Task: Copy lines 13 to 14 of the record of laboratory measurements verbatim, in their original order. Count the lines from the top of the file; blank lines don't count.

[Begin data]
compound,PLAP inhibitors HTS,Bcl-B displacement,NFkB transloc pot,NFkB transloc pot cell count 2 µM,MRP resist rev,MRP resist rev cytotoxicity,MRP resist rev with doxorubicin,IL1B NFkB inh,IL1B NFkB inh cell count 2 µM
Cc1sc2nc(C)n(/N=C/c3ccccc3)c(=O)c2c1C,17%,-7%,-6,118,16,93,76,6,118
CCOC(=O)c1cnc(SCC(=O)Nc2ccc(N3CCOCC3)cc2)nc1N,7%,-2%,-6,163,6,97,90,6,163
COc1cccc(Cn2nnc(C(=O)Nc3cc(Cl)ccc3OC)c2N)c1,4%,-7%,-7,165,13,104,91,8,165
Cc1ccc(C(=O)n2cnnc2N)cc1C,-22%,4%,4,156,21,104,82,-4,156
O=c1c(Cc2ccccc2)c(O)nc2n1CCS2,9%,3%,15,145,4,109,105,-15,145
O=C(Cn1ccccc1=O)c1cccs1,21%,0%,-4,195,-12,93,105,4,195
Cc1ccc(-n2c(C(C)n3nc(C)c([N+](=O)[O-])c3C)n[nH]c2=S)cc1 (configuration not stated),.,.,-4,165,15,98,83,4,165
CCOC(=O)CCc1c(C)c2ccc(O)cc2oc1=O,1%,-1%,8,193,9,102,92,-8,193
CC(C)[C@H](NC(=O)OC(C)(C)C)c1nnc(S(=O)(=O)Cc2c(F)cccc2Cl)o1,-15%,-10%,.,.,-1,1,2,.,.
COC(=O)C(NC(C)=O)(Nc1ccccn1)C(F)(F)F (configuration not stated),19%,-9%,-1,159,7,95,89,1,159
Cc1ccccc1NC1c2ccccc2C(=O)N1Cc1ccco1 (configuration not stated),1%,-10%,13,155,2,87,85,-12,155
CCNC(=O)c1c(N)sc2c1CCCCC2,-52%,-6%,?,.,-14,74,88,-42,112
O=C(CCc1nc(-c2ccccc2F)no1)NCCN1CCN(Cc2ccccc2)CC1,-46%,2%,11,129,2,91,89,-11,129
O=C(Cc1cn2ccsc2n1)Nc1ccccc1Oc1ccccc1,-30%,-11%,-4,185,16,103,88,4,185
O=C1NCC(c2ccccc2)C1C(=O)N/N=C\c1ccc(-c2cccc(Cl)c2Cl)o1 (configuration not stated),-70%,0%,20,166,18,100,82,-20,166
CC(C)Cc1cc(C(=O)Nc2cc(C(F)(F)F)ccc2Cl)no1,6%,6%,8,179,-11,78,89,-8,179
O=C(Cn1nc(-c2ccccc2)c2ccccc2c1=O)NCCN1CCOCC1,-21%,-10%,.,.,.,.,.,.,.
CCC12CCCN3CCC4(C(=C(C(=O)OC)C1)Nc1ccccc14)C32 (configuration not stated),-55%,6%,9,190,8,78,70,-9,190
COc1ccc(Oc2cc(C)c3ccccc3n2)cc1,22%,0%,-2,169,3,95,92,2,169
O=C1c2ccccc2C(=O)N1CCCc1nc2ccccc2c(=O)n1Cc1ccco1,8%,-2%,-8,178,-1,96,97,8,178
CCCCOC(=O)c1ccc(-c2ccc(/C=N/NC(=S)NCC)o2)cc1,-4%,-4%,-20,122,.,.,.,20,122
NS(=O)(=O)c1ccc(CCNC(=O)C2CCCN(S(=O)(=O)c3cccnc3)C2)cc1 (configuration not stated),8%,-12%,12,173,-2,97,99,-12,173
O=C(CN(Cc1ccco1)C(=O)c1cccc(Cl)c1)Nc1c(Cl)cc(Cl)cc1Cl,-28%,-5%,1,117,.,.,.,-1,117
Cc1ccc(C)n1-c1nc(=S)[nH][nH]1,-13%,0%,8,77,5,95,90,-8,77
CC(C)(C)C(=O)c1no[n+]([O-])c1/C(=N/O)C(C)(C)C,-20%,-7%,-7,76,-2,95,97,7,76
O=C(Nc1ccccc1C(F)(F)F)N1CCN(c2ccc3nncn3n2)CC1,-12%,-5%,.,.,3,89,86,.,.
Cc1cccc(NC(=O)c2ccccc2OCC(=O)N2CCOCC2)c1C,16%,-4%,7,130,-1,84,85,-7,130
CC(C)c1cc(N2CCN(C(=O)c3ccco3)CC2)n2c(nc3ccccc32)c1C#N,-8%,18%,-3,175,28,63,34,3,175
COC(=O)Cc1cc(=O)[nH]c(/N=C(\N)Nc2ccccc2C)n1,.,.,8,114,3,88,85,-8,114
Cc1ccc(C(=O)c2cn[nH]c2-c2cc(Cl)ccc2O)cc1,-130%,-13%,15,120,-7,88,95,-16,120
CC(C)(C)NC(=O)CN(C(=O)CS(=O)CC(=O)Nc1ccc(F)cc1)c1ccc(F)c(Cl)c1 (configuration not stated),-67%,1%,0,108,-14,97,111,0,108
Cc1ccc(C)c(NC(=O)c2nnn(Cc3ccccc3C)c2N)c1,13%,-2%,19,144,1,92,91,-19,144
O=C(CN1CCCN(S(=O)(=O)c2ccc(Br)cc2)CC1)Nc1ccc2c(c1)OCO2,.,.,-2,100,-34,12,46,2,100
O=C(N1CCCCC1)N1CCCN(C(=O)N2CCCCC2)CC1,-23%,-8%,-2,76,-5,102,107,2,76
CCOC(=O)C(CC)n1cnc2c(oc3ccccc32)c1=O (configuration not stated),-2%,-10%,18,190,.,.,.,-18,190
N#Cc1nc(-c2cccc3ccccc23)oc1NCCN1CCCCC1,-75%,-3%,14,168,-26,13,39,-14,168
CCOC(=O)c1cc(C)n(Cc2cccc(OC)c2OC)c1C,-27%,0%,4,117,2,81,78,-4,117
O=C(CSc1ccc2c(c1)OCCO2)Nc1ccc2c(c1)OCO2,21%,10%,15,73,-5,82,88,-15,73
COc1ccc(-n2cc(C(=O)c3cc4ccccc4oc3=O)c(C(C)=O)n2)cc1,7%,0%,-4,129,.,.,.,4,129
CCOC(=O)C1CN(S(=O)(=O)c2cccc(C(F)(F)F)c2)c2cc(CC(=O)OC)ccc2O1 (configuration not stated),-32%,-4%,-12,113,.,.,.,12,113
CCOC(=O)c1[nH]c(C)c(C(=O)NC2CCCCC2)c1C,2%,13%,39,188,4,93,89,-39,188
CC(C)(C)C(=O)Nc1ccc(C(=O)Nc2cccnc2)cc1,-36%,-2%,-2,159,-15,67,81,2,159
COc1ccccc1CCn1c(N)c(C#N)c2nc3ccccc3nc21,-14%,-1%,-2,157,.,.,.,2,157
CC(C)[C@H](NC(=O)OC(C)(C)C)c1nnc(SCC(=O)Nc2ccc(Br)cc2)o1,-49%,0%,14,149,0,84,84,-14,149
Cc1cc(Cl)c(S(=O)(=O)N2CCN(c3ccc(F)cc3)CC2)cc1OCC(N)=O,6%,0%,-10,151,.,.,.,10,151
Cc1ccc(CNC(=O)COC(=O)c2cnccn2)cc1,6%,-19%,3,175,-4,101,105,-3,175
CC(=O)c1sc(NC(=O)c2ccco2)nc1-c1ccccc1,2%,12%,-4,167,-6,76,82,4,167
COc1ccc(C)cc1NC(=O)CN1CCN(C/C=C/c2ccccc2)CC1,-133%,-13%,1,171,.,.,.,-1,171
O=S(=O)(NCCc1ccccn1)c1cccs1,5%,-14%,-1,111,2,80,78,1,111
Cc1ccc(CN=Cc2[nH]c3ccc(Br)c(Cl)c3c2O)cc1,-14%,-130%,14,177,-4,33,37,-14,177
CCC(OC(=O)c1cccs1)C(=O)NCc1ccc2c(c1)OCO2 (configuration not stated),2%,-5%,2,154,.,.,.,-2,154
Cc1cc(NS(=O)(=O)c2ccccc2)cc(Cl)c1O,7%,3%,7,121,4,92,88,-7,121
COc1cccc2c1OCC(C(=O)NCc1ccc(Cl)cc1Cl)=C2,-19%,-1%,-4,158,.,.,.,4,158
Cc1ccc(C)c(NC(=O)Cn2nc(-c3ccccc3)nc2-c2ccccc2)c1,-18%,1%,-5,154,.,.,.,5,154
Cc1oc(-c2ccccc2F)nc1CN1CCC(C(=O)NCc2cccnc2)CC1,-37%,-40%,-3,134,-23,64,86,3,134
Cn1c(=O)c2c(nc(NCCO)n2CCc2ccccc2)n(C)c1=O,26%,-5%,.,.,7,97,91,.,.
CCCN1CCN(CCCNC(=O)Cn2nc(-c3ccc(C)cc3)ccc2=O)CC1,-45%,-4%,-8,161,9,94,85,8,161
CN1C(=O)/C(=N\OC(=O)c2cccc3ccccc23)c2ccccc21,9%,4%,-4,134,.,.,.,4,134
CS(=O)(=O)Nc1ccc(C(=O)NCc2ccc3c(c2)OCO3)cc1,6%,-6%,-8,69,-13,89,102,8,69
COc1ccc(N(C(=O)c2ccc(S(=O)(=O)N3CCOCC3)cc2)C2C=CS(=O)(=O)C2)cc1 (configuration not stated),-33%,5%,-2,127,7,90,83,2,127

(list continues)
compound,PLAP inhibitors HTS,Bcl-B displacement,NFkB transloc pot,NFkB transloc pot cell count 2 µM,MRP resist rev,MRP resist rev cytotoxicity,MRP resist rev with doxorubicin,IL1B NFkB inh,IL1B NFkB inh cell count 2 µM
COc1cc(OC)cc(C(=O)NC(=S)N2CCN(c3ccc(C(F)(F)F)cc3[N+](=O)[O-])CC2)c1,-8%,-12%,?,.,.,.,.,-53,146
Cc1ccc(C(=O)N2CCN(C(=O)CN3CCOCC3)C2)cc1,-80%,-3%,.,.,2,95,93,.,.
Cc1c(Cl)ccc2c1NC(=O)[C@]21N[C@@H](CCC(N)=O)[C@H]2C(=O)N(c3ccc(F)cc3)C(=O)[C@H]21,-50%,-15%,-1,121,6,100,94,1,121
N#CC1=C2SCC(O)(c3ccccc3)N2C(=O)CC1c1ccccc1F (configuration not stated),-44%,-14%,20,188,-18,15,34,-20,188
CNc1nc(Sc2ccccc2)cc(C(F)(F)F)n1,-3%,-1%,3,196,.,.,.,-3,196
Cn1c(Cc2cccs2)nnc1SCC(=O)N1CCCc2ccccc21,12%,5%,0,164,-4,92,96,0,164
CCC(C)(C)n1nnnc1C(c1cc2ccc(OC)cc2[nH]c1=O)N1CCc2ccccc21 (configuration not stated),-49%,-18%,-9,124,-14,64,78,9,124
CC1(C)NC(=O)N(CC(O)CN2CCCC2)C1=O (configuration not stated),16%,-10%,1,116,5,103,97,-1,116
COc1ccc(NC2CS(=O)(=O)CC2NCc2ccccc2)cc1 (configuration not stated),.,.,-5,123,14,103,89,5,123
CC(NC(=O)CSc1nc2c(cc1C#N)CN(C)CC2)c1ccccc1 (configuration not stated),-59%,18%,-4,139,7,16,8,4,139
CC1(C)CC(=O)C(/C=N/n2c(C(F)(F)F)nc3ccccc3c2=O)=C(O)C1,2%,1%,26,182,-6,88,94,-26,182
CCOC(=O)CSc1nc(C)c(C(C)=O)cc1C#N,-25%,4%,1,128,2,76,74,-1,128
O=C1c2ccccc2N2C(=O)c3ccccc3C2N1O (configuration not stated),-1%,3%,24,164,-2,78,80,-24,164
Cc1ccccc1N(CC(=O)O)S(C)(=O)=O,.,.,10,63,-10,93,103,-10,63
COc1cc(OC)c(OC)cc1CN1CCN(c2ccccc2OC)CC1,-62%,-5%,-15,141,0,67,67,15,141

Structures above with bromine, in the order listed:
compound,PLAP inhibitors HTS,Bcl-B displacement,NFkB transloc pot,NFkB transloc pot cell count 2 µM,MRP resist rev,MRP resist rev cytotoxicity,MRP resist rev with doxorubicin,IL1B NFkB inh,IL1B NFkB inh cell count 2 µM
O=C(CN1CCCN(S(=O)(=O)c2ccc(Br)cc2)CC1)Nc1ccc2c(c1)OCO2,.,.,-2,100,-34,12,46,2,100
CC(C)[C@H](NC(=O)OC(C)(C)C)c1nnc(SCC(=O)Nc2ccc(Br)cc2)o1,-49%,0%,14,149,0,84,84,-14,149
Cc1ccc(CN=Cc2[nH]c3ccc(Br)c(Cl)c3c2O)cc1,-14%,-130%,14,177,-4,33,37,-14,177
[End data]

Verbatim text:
CCNC(=O)c1c(N)sc2c1CCCCC2,-52%,-6%,?,.,-14,74,88,-42,112
O=C(CCc1nc(-c2ccccc2F)no1)NCCN1CCN(Cc2ccccc2)CC1,-46%,2%,11,129,2,91,89,-11,129